Looking back at the impact of the 1994 Major League Baseball strike
The 1994 World Series was called off, replacement players filled spring training rosters in 1995, and attendance dipped for a decade. No one wants another strike.
Former Dodgers pitcher Orel Hershiser talks about the events leading up to the 1994 baseball strike when the season abruptly ended.
The talent-laden Montreal Expos were 74-40 and in first place when the strike took place. Ownership slashed payroll the next year and the team never recovered.
The strike brought a merciful end to an aimless Angels’ season, but the team flourished in 1995 until collapsing down the stretch and losing a one-game playoff.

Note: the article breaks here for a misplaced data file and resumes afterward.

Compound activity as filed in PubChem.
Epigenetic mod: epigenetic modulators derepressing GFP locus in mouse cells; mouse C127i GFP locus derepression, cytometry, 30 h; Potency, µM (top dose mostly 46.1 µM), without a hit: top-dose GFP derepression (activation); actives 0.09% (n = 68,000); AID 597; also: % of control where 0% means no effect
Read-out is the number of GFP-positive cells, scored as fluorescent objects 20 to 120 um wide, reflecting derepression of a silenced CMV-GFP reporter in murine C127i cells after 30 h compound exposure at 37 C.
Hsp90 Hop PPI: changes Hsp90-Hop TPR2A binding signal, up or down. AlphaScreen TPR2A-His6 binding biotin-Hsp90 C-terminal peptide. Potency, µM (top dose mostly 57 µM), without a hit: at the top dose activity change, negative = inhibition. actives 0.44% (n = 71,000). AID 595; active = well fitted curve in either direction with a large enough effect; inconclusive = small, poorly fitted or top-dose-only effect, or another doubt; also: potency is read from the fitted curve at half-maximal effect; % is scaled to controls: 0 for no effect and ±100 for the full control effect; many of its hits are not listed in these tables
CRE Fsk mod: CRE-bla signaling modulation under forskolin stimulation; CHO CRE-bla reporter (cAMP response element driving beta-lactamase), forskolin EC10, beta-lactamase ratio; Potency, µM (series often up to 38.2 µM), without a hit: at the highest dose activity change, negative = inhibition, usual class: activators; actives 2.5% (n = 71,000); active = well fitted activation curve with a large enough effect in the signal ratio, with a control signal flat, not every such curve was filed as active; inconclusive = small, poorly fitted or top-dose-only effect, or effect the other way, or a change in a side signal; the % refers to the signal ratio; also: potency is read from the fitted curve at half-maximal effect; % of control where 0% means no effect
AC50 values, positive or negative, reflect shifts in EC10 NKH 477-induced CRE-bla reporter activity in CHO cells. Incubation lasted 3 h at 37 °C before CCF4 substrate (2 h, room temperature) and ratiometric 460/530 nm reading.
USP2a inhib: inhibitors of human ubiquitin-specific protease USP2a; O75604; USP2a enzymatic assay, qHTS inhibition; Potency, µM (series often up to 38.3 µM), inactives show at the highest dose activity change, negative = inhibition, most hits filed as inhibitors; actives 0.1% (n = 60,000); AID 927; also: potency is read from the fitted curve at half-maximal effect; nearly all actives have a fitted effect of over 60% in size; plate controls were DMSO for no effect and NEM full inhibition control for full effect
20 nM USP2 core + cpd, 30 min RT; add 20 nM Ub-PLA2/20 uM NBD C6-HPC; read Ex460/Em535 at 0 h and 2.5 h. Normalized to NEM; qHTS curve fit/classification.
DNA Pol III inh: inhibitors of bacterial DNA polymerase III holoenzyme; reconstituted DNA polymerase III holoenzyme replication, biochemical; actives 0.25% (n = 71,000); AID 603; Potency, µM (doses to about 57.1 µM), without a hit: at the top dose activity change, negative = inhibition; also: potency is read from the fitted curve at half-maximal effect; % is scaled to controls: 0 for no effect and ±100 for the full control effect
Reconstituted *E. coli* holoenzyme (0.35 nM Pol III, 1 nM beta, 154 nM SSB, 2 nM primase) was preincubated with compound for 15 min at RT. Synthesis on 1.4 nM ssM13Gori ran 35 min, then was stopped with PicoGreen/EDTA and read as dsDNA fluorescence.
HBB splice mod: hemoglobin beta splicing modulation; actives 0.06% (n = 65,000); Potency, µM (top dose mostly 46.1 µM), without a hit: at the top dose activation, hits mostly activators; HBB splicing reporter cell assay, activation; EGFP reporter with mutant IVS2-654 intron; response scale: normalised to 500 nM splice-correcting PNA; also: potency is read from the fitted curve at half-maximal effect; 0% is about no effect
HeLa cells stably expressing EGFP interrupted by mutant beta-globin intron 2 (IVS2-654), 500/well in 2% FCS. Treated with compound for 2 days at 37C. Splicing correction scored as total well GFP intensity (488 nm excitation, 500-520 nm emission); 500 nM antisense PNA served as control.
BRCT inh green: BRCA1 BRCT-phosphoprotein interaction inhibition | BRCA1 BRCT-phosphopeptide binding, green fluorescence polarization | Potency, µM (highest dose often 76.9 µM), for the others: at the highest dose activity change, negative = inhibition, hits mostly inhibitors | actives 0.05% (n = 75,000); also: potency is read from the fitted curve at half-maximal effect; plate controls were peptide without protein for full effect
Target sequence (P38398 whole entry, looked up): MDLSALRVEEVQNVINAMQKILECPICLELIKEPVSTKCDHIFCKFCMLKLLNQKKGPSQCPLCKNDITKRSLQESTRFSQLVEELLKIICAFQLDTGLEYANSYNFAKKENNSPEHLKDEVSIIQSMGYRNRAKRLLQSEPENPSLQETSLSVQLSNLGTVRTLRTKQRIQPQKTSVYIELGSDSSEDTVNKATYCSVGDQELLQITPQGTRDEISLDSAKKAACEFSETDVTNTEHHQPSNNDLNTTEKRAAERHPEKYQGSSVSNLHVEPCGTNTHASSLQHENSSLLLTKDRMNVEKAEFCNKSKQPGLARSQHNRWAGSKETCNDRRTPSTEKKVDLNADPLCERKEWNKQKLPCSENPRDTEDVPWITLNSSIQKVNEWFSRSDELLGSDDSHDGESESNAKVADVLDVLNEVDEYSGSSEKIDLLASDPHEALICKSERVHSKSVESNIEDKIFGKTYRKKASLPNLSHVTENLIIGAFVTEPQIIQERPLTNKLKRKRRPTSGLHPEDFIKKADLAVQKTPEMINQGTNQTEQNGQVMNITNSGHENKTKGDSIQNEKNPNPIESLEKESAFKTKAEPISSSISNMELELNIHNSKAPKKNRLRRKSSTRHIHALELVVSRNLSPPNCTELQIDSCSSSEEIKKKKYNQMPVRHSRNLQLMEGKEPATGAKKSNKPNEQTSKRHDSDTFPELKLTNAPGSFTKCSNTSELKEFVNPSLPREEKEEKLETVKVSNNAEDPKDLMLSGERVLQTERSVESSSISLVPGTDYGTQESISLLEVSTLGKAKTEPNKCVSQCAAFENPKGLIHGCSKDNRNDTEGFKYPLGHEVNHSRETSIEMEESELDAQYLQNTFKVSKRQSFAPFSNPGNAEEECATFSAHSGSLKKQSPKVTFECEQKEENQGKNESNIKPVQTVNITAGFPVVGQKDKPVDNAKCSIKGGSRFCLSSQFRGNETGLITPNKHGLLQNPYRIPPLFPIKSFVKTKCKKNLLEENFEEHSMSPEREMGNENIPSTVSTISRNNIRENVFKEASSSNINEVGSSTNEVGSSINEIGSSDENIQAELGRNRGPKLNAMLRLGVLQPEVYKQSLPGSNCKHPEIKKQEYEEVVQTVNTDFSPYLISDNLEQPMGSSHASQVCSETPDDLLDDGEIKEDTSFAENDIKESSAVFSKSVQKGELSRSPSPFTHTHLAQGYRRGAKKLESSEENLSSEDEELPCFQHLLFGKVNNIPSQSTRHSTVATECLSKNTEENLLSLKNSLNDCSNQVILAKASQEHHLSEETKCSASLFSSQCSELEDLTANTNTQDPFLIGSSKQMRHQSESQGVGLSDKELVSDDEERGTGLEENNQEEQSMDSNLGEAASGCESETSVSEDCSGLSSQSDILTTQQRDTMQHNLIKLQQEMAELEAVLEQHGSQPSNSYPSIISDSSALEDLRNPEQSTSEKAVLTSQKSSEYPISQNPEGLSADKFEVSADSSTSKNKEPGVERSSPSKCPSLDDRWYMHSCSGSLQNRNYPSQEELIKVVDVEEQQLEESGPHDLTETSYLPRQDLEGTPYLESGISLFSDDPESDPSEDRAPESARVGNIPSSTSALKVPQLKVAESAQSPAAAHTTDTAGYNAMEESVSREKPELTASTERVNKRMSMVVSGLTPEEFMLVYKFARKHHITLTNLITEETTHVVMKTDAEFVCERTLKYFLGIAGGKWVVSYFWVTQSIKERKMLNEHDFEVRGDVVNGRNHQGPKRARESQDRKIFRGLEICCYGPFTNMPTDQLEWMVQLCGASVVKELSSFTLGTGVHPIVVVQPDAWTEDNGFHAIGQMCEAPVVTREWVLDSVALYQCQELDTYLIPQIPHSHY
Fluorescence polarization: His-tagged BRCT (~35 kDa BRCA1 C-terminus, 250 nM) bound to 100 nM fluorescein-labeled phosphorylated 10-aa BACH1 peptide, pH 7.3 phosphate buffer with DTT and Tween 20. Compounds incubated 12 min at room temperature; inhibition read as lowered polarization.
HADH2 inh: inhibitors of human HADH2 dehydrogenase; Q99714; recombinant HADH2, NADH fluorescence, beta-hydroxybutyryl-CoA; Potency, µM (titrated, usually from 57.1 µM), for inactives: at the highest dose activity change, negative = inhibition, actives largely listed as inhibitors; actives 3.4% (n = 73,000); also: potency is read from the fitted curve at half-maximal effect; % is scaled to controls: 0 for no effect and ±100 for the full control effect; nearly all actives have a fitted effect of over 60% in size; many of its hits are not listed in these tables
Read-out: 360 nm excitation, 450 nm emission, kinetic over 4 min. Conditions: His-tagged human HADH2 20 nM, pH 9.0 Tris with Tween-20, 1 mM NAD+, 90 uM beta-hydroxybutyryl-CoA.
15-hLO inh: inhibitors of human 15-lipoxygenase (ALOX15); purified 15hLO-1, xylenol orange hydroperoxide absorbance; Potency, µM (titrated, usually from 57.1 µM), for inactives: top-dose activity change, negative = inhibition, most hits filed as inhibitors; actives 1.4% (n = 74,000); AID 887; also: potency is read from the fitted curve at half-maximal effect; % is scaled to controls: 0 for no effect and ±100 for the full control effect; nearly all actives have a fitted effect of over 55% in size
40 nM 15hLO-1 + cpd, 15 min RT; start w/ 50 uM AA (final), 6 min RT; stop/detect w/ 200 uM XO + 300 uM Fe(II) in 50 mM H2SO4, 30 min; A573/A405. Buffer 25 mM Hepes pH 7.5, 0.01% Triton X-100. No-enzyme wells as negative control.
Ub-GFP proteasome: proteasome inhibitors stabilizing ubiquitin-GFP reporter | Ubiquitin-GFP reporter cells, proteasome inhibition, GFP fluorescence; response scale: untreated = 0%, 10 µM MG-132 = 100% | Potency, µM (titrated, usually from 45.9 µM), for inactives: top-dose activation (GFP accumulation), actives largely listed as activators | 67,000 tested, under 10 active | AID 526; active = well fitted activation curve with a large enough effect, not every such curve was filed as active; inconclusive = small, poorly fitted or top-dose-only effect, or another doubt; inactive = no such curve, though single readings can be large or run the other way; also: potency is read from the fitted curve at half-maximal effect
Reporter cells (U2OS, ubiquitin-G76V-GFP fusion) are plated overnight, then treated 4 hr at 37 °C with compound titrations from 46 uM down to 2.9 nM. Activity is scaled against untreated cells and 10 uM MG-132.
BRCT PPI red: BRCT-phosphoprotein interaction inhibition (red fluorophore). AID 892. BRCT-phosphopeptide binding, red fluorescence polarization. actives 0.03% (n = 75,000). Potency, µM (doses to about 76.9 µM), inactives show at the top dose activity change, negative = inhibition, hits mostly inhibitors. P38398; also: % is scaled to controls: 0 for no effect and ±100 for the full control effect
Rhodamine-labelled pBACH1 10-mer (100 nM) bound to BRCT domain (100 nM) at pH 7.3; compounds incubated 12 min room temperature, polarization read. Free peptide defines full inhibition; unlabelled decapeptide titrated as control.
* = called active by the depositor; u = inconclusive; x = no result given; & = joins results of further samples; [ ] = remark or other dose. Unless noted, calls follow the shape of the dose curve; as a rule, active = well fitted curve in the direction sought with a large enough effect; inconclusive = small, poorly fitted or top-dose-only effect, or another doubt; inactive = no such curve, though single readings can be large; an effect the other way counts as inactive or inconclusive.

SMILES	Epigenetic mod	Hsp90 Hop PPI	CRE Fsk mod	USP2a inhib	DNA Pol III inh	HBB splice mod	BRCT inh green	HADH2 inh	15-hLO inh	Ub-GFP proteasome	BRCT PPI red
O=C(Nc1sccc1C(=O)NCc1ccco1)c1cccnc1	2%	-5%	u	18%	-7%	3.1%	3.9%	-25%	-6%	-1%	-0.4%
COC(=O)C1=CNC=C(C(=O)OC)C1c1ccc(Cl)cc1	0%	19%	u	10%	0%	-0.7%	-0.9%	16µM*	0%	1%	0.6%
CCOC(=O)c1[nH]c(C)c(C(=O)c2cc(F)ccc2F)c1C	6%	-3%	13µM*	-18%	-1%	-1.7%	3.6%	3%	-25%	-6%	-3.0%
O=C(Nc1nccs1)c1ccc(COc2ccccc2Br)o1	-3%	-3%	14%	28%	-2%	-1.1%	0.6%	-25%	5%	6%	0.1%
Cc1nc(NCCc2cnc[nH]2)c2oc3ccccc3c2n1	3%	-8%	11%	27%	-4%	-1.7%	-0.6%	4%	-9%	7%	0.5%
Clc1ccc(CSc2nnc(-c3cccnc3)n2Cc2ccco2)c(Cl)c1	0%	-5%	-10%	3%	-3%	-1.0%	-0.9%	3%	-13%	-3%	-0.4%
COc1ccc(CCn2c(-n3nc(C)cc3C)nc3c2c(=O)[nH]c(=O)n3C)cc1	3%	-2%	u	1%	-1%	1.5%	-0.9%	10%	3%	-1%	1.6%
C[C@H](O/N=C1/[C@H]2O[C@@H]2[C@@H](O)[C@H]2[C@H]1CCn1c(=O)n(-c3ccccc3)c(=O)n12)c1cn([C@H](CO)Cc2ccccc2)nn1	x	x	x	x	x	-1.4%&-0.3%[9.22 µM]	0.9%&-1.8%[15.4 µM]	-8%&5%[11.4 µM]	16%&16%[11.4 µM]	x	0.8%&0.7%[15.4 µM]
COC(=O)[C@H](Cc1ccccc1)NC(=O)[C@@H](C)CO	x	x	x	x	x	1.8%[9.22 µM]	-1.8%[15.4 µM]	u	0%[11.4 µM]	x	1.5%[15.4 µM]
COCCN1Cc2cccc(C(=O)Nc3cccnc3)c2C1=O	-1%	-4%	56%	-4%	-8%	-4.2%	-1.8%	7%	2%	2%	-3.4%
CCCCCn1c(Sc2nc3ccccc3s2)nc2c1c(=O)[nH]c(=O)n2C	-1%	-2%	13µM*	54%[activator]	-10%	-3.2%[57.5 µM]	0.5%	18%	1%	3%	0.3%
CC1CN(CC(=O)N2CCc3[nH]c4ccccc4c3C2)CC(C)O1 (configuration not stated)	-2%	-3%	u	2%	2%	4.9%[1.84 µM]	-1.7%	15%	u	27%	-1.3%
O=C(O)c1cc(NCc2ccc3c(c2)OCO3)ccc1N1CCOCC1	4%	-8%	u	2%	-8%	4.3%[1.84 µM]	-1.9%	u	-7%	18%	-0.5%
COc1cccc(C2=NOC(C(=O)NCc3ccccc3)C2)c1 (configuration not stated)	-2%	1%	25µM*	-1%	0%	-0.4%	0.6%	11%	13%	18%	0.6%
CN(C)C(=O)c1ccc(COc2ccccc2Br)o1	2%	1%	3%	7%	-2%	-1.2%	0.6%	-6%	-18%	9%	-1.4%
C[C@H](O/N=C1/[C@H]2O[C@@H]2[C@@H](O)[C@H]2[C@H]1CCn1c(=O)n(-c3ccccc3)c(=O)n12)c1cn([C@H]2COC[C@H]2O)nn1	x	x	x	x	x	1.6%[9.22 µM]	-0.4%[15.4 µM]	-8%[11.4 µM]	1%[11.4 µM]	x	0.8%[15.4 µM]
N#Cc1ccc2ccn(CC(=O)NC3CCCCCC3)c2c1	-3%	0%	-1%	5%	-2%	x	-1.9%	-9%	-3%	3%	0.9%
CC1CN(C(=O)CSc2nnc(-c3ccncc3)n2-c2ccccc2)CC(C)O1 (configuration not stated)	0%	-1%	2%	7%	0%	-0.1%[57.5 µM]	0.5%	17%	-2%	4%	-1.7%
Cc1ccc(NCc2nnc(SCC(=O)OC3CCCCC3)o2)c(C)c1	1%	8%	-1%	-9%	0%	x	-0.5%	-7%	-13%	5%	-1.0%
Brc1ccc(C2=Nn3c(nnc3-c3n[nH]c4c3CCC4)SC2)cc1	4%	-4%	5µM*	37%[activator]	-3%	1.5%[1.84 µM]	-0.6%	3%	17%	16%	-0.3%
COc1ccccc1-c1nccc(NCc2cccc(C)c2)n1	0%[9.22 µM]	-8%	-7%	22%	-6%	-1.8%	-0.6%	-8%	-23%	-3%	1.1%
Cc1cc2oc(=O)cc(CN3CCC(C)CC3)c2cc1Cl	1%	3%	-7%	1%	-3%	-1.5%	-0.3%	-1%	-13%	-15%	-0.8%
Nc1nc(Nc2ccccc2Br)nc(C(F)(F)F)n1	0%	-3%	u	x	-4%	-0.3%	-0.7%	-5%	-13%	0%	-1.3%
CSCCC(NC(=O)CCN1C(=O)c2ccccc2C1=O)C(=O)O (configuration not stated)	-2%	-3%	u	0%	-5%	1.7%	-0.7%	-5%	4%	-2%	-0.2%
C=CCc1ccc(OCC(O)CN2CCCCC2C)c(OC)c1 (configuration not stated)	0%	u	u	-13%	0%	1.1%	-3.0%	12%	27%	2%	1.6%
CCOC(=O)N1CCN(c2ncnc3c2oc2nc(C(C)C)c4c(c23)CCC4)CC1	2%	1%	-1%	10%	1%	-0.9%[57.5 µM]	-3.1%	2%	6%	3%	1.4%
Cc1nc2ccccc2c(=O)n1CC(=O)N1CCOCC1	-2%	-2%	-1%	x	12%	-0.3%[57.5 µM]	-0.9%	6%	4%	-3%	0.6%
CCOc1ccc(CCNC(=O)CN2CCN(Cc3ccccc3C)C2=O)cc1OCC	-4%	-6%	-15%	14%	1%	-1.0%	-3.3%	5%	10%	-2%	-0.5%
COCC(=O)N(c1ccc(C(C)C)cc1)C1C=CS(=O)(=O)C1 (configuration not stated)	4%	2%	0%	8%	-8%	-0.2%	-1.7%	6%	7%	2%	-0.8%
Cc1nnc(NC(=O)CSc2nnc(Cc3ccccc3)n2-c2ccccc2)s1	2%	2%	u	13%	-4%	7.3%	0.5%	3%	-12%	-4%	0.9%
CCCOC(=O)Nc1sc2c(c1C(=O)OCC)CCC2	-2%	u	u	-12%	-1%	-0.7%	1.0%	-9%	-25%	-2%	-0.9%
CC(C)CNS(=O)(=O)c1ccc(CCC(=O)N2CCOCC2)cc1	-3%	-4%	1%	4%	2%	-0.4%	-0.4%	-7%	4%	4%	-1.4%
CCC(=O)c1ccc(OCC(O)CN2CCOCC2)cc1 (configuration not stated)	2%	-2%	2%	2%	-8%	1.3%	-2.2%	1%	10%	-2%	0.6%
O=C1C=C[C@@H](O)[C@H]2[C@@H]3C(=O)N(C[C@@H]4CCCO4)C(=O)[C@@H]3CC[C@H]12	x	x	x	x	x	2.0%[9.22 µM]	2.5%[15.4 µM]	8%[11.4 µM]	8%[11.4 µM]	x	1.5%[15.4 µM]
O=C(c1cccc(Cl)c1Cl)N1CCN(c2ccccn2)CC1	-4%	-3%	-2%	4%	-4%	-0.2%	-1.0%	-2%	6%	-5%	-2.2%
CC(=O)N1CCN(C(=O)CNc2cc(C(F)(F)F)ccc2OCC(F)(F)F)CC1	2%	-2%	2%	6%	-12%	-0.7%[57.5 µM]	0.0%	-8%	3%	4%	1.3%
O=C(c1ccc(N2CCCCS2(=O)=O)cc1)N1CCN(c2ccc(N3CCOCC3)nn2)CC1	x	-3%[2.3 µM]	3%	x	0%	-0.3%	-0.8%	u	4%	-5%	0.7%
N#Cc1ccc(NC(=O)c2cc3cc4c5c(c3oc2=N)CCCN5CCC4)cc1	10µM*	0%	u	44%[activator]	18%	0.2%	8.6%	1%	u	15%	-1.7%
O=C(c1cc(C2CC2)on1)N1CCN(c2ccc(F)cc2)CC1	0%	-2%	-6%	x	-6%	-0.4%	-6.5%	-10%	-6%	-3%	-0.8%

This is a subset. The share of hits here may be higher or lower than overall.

Six weeks of replacement-player ball during 1995 spring was a hoot for participants, an embarrassment to coaches, and a gold mine for baseball writers.
Tony Gwynn had a realistic chance of batting .400 and Matt Williams was on pace to reach 60 home runs in 1994 when the players’ strike ended the season Aug. 11.
Erin States was 10 when she held up signs at the Oakland Coliseum that captured the desperation fans felt 25 years ago. Today she’s not much of a fan.